All in the family.
Reunions. A funeral. Trepidation. Humor. Dementia.
It's a gray day here in the Pacific Northwest, the first foray into summer's hesitant departure. The weather is indecisive, "Should I rain? Should I sunshine? Screw it, I'll just let it mist a bit while I go back to bed." With Mom thoroughly bundled up in the warmth and tenderness of MotherMinder for the day, I'm thinking the same thoughts, but decided to forgo recumbency to reflect upon this summer as it slowly slips away.
It's been a season filled with kinsman. On Mom's side of the family, a reunion in July immersed us in aunts, uncles, cousins, and various other human beings we are related to but have no idea how. It was a weekend affair with the majority of us camping on the property while dogs and kids ran unchecked through the fields (I think those dogs and kids belonged to us...?). But as Mom is no longer comfortable spending a night away from home MotherMinder brought her for the afternoon of the big BBQ then, like an aged Cinderella, whisked her away before the
pumpkin carriage of dementia turned into a
souped up sundowner of fury road proportions.
We also spent time with Dad's side of the family this summer whom we don't often see. Sadly, it was because my wonderful, kind, funny Uncle Charles died. I wished it weren't under such circumstances, but I was glad to be in the company of my aunt and cousins. I was grateful for the big smile Mom had when a favorite niece gave her a ginormous hug, and when her nephew, who is as wonderful and funny as his dad, made Mom's day with some flirty teasing.
The Boyfriend in the Basement's family reunion welcomed Mom with open arms even though once she had finished her meatballs she spent the remainder of her time looking for an exit door (it was in a forested park which made her quest even more arduous).
I'm with Mom every day, so it's not until family get-togethers that I come face-to-face with how painful it is for those further from her daily sphere to take in all of her dementia; it is understandably difficult to see the changes dementia's progression has made to their vibrant sister, aunt, cousin, friend. Especially for those who see her only once or twice a year.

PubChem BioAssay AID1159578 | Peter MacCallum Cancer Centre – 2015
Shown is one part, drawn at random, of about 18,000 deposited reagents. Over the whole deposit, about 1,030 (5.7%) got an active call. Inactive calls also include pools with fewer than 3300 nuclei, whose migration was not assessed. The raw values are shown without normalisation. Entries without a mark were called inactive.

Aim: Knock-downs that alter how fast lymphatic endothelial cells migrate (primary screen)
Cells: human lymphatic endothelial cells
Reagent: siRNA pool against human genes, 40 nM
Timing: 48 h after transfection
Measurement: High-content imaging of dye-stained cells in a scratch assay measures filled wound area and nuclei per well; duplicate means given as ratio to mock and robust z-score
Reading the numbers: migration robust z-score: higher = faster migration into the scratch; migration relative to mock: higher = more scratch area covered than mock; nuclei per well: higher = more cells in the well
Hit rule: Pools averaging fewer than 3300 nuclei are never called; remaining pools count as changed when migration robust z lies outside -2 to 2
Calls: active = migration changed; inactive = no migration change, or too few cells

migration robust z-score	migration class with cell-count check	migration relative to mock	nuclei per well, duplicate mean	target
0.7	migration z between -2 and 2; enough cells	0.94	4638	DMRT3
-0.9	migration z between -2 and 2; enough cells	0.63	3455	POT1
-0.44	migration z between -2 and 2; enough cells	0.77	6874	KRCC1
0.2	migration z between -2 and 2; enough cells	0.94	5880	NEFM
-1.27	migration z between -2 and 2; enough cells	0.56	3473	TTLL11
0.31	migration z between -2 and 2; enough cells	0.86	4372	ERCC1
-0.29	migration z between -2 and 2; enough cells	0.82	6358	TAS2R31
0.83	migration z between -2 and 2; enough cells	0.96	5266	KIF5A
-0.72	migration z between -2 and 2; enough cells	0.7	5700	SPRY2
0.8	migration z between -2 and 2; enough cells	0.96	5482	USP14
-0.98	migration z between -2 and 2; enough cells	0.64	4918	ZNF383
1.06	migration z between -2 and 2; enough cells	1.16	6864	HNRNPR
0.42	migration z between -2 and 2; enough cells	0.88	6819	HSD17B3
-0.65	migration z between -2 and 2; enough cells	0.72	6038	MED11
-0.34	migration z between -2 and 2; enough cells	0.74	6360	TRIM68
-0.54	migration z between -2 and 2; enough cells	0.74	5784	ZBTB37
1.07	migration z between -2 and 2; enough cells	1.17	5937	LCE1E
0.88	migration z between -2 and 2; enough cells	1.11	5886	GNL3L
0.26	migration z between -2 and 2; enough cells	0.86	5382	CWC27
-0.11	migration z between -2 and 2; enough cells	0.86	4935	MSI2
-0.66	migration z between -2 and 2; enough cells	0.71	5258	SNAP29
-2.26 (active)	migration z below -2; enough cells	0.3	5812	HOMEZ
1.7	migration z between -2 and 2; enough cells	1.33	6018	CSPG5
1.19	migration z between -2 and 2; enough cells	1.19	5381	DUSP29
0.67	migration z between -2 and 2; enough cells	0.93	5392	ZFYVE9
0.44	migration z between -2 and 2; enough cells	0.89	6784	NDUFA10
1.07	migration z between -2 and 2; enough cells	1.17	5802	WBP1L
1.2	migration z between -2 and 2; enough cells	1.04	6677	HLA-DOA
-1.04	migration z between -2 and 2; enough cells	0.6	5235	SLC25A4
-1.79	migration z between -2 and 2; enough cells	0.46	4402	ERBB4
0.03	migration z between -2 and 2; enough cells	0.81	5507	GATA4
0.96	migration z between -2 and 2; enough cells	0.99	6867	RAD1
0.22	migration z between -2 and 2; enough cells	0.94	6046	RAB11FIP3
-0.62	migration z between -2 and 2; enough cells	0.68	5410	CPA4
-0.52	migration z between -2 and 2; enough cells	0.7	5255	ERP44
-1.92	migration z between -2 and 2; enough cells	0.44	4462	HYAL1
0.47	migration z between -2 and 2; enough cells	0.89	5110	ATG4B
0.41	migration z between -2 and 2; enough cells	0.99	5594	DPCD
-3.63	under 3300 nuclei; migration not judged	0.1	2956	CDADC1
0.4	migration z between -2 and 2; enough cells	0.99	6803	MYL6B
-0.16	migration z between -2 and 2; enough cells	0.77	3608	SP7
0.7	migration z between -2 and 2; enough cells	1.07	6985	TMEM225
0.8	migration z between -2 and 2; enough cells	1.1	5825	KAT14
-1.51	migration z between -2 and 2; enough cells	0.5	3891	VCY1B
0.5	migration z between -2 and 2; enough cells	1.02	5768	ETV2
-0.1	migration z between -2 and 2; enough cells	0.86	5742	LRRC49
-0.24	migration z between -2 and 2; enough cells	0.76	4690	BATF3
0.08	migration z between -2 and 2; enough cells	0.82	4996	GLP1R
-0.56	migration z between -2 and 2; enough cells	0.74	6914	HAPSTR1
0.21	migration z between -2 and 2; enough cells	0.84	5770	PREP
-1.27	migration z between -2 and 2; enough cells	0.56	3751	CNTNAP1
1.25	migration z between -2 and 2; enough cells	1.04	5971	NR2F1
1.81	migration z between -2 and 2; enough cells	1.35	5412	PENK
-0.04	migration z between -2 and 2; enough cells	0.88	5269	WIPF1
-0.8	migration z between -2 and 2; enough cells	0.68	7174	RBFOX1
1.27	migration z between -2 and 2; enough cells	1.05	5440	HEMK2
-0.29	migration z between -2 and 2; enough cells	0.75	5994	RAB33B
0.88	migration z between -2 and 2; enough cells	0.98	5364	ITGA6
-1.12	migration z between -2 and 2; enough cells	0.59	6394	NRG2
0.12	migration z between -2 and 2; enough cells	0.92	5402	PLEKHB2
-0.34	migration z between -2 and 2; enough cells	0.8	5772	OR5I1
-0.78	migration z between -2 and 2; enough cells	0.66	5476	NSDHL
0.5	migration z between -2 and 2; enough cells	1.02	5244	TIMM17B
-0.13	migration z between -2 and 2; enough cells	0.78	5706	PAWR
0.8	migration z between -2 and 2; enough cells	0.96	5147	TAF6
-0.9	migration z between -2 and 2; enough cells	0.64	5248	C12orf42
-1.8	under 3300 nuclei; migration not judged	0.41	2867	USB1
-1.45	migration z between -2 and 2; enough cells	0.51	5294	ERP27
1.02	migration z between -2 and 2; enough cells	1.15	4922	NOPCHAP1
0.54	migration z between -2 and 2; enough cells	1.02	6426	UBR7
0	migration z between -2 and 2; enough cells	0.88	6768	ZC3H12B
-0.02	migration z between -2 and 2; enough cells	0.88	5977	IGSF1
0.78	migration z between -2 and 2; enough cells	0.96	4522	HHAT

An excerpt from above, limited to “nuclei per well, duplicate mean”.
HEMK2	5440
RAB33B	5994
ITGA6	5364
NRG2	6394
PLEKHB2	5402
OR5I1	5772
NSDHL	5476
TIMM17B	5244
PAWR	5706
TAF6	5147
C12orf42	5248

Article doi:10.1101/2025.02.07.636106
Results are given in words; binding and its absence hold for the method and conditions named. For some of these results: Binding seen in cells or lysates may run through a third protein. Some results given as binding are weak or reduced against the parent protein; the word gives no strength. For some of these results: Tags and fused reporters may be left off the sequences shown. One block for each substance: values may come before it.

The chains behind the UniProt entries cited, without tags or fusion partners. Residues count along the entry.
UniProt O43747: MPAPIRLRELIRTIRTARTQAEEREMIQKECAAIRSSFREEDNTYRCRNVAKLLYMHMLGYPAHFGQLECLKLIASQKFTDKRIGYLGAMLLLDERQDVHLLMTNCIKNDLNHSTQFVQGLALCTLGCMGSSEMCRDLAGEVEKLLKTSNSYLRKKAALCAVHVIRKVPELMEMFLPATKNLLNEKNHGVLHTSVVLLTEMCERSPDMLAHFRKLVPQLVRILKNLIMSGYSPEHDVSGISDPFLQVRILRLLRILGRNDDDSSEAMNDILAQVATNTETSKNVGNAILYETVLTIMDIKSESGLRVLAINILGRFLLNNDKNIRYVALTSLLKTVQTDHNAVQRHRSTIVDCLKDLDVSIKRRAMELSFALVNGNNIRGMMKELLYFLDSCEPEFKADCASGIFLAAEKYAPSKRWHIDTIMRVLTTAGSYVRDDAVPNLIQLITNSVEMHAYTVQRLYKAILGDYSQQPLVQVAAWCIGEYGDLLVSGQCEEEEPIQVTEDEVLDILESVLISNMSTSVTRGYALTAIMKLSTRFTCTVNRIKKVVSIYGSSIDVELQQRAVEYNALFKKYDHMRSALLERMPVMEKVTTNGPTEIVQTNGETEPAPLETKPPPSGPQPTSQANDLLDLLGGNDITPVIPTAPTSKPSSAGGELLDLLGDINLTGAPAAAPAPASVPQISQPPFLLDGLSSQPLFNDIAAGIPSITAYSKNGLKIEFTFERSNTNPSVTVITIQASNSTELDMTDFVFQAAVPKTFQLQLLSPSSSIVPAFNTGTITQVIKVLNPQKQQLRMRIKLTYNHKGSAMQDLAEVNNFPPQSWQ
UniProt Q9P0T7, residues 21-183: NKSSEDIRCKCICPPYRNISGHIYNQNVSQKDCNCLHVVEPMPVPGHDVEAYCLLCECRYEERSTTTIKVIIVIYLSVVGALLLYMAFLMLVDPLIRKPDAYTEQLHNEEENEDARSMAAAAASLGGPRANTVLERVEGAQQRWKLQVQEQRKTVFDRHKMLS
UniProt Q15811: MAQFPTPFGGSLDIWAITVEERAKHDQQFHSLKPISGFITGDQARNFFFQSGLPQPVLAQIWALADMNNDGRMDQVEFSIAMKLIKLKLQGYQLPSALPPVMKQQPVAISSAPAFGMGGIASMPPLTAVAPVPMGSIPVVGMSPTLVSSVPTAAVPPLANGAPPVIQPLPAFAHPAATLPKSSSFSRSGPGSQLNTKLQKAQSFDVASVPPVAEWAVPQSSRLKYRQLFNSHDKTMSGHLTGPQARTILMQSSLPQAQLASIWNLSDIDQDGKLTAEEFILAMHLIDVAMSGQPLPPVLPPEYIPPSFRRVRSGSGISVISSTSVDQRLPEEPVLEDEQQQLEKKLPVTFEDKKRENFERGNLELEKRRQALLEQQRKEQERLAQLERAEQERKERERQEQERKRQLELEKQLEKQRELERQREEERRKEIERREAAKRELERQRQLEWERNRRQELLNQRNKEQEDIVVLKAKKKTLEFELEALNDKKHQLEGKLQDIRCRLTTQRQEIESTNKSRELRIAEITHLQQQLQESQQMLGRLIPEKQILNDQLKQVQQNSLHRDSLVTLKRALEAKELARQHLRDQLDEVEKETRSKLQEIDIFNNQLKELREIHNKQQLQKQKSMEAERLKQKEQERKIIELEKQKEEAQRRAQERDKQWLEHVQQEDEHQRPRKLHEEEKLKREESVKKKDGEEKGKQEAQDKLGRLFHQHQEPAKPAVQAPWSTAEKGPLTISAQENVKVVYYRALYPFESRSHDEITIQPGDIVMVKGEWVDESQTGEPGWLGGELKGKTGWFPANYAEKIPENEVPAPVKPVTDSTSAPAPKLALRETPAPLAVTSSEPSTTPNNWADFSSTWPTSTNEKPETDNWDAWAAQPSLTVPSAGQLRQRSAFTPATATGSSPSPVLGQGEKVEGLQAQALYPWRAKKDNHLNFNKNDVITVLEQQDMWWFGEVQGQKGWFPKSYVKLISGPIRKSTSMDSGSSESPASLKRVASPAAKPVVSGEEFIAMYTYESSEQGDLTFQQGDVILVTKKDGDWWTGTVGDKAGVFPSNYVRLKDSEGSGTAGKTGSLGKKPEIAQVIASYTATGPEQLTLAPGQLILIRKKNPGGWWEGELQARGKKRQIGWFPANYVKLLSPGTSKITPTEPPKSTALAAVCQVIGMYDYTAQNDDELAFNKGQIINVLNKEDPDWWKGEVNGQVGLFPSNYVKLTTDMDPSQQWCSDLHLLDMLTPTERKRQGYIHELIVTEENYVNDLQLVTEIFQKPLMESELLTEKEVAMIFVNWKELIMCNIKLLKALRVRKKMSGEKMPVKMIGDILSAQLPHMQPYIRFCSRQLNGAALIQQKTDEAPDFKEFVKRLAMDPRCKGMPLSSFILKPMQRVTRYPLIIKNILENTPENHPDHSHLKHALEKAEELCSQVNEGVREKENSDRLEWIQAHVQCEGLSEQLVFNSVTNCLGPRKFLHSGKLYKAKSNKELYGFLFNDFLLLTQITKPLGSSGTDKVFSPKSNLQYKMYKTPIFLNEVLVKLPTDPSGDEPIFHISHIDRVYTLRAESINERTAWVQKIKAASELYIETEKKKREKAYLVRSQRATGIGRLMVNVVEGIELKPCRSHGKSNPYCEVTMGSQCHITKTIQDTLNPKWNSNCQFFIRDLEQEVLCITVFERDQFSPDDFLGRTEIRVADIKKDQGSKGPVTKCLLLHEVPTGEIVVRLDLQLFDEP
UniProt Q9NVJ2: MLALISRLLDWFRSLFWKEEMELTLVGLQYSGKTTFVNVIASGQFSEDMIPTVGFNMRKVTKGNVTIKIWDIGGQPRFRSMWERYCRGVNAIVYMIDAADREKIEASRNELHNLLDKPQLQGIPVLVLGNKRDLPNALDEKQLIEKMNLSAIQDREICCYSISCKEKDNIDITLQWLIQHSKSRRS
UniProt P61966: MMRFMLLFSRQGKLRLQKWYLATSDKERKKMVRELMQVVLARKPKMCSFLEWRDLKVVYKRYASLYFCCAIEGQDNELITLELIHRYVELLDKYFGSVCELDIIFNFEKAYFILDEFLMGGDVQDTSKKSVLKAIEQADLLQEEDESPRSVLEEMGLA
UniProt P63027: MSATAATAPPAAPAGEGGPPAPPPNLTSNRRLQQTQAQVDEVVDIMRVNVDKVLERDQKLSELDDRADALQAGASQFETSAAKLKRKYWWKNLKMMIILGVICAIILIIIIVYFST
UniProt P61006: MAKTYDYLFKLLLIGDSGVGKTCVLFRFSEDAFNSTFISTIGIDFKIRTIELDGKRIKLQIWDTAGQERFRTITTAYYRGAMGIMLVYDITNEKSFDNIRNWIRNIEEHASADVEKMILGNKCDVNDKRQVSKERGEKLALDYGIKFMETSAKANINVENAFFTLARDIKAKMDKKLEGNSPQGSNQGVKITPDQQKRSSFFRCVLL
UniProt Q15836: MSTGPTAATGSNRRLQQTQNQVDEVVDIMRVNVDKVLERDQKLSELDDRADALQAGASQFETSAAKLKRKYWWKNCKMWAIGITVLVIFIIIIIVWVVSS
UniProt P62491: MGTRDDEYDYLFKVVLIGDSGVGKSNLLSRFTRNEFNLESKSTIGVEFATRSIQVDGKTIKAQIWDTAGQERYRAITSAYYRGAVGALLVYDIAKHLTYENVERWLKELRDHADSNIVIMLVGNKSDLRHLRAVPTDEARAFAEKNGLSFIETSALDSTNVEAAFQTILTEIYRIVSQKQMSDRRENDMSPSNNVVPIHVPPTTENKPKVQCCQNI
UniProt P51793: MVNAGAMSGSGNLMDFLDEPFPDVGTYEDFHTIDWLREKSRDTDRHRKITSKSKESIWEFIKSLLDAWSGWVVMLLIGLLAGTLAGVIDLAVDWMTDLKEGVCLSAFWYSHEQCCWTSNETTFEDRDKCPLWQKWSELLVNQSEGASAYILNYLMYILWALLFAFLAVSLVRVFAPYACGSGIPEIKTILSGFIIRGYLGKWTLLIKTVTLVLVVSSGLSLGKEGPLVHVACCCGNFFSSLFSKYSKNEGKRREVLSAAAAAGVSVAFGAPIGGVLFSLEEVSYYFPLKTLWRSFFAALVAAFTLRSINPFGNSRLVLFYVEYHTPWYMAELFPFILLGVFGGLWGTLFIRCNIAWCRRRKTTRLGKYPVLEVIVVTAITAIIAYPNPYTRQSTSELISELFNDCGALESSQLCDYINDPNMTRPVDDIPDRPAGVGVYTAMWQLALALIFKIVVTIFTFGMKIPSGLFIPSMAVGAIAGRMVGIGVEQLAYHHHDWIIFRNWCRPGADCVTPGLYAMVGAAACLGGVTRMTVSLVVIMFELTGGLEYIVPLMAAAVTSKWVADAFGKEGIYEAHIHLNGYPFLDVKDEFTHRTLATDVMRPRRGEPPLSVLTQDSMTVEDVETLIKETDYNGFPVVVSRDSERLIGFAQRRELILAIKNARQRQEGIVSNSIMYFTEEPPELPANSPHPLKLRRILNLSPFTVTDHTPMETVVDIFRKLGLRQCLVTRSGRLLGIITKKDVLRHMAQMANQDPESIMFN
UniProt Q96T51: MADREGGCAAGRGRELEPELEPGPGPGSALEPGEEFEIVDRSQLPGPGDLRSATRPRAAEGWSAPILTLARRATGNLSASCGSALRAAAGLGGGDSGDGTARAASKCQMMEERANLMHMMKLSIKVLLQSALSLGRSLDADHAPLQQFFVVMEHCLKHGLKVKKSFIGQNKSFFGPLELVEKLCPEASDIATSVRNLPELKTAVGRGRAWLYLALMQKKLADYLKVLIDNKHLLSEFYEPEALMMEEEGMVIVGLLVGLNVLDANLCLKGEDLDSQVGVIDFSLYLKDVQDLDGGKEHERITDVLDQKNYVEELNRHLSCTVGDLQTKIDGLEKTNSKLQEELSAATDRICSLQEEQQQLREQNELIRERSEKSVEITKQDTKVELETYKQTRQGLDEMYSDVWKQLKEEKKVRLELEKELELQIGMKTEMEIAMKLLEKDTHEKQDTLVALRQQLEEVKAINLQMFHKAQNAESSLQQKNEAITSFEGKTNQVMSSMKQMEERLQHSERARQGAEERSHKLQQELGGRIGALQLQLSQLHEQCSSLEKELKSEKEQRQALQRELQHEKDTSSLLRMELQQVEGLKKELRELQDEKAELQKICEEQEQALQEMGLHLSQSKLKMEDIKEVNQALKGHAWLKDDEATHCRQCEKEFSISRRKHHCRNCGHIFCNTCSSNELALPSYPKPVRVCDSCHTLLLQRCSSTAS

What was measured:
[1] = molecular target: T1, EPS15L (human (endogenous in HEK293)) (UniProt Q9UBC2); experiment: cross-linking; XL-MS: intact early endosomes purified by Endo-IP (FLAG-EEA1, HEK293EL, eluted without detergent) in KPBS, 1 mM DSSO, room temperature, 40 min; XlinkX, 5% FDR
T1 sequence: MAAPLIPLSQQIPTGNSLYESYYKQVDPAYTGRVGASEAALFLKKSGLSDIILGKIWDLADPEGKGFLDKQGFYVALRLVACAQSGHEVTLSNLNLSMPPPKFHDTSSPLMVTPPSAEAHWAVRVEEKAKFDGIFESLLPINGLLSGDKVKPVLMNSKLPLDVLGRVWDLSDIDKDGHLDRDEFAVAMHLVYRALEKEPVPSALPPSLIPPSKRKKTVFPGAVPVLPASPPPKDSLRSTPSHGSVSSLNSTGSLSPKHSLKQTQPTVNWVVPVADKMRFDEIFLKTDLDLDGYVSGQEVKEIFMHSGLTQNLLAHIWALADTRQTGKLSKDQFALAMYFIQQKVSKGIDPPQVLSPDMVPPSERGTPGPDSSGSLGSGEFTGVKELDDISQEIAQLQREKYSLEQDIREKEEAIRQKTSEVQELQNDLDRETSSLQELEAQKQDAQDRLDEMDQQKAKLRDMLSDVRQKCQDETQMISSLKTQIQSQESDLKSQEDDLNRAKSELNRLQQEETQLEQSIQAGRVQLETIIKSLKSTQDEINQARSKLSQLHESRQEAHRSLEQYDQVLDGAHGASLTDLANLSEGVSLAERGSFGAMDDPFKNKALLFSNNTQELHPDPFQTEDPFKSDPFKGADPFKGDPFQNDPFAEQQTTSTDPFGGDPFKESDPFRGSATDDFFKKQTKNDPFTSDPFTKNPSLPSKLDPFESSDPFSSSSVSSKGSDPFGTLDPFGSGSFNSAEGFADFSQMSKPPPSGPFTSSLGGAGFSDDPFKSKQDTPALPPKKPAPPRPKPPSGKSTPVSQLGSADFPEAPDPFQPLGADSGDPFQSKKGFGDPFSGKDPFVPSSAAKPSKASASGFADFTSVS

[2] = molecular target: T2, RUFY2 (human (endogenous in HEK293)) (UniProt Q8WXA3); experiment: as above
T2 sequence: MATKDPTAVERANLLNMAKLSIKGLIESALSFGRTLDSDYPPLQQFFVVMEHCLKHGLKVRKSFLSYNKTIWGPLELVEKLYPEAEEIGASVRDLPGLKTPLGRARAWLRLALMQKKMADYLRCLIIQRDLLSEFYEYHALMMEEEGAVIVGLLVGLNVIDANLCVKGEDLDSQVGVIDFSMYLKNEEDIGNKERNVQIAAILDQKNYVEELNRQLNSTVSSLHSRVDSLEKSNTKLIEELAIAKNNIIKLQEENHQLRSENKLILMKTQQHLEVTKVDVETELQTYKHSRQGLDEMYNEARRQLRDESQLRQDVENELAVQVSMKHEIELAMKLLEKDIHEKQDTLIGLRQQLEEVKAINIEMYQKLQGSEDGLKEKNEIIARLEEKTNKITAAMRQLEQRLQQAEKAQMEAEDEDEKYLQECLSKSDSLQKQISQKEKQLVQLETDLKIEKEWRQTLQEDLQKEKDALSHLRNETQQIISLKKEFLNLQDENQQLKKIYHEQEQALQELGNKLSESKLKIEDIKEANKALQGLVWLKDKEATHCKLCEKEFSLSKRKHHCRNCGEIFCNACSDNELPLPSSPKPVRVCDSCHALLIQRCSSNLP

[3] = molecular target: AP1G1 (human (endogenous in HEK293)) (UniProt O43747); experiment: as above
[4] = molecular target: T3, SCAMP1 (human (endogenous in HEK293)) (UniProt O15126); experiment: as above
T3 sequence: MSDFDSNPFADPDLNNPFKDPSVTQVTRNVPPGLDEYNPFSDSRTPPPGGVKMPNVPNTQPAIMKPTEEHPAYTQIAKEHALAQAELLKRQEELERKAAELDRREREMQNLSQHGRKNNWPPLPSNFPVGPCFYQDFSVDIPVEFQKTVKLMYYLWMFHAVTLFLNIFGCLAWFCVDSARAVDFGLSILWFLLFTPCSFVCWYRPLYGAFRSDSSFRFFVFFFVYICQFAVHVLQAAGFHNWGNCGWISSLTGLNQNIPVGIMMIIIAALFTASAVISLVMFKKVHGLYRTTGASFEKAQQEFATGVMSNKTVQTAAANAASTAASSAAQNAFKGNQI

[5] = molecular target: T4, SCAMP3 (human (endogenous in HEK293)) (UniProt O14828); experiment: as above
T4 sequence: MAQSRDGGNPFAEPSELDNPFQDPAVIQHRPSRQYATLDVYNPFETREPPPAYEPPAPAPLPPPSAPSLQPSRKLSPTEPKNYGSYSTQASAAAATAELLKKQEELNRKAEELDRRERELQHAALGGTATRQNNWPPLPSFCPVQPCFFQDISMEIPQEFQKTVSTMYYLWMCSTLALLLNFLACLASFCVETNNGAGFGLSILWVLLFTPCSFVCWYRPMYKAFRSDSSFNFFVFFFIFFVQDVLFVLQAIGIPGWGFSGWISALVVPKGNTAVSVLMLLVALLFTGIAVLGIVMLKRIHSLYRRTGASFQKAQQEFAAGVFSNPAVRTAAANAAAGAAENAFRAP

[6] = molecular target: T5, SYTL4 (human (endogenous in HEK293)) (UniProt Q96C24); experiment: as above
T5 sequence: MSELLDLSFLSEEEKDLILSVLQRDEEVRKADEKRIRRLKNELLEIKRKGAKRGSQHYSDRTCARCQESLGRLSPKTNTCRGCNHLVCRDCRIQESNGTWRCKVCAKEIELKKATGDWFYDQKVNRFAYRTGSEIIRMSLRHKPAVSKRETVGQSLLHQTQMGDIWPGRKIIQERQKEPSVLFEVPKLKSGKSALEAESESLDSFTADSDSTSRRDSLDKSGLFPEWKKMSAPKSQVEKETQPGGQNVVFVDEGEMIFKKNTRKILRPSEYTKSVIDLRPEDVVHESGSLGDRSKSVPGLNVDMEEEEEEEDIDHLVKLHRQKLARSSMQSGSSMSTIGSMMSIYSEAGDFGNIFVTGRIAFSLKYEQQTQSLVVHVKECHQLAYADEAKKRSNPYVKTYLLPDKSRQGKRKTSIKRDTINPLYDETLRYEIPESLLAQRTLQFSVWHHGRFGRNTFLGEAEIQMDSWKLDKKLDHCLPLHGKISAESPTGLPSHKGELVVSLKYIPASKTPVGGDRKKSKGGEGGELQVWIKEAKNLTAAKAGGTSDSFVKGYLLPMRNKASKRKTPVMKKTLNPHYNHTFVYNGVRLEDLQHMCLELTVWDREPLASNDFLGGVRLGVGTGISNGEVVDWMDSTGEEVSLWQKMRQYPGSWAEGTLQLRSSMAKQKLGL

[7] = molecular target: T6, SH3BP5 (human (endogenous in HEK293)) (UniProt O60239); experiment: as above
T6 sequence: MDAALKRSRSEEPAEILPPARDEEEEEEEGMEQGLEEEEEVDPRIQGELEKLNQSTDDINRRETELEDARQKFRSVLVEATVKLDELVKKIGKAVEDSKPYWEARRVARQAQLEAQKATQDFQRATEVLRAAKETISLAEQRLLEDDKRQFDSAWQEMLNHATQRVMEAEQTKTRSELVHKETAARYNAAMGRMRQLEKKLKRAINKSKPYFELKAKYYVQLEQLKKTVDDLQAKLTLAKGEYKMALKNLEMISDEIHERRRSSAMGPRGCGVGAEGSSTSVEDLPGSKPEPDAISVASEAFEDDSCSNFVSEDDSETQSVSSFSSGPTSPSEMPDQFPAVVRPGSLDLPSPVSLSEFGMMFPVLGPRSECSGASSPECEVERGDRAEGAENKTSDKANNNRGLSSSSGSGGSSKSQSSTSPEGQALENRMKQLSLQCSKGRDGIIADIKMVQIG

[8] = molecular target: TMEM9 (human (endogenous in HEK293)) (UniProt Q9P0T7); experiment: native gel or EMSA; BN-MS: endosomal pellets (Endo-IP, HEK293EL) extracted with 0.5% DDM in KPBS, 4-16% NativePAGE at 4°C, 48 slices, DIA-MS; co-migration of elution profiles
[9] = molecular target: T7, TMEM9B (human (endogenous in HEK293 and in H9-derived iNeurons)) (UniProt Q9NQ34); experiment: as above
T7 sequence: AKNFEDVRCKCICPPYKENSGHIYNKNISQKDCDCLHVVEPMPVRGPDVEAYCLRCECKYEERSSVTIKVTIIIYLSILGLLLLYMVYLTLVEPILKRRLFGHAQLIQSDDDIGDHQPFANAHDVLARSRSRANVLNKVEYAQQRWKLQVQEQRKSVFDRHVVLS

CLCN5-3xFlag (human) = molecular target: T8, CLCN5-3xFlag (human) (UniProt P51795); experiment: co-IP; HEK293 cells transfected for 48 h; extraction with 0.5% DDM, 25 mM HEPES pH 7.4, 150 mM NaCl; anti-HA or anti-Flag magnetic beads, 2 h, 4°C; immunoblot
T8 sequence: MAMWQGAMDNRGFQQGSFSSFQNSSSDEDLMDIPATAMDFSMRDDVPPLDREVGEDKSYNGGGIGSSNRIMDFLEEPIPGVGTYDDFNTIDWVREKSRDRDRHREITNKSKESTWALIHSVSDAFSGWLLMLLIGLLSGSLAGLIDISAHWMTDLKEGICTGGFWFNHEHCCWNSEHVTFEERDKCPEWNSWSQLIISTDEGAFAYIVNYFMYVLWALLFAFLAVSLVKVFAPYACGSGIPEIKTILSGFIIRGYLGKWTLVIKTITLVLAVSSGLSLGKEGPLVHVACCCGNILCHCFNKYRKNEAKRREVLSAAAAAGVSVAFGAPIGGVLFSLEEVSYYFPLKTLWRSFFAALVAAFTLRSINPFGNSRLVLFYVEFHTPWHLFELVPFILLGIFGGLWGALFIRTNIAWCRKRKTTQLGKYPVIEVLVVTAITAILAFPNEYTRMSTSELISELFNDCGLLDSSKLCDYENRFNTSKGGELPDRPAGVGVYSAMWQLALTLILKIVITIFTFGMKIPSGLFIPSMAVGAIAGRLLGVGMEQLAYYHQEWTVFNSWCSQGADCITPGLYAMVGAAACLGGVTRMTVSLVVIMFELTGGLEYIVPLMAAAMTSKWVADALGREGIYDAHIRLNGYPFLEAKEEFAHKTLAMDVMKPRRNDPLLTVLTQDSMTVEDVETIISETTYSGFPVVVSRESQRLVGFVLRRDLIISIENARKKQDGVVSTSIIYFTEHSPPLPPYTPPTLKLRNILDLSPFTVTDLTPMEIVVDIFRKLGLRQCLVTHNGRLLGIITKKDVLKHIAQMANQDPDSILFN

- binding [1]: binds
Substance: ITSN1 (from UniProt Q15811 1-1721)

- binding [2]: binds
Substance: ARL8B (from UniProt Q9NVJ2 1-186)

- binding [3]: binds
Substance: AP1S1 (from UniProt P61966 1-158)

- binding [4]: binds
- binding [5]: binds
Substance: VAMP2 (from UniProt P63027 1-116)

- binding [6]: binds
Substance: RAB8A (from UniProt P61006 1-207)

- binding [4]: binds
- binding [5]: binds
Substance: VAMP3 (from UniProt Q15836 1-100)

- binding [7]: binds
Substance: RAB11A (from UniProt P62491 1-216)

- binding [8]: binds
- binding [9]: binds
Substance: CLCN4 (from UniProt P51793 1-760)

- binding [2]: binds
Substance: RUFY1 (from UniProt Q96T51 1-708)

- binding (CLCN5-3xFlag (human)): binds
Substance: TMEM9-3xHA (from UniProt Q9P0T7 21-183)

One of my beautiful aunts was so overcome with sorrow after Mom had left the reunion that she sobbed on my shoulder, saying over and over, "It should have be me." I gave her a big hug and a smile as I offered these words of comfort, "Now, don't cry. There's still time. In a couple of years maybe you'll get dementia, then we'll move in and make your life hell - as soon as we're done destroying Mom's!"
I can sense the trepidation in others when Mom's around because they don't know dementia (and hopefully never will). It doesn't bother me, this is basic human nature - the unknown tends to create a little bit of panic. It manifests in others being hyper aware of Mom's every move; super solicitous to guessed at needs.
Suddenly everyone's standing to offer Mom a chair (she doesn't sit), or constantly asking if she's hungry or thirsty (she's not the Queen of England for heaven's sake!), and concerned when she ambles out of a family circle on her own that she will be immediately lost (uh... she moves at about .01 miles per hour - trust me, we can catch her, you know, eventually).
It is ever so sweet, but I know from my own experience that it's exhausting to be continuously on alert around the unknown, so The Other Girl and I use humor to put folks who need it at ease, to smash even the tiniest of egg shells they may be tip-toeing through, so that they can spend their time enjoying Mom instead of worrying about her, or their reactions to her.
Case in point, several of our relations were concerned with Mom's inability to get through a closed door, the other side of which lay a massive table loaded with desserts.
But The Other Girl and I knew better...
As caregivers, we kinda loathe having one more task added to our plate, but the act of allowing those who love Mom to react to her progression in the manner they need to, and then through our own warped humor, help them move to an acceptance, and even embrace of her, dementia and all, has been a strategy that has paid off over and over again in keeping engaged those she's held most dear throughout her life.
All we've ever asked in return is that they stick with her, with us, and we realize how very, very lucky we are, trepidation and all, that they have.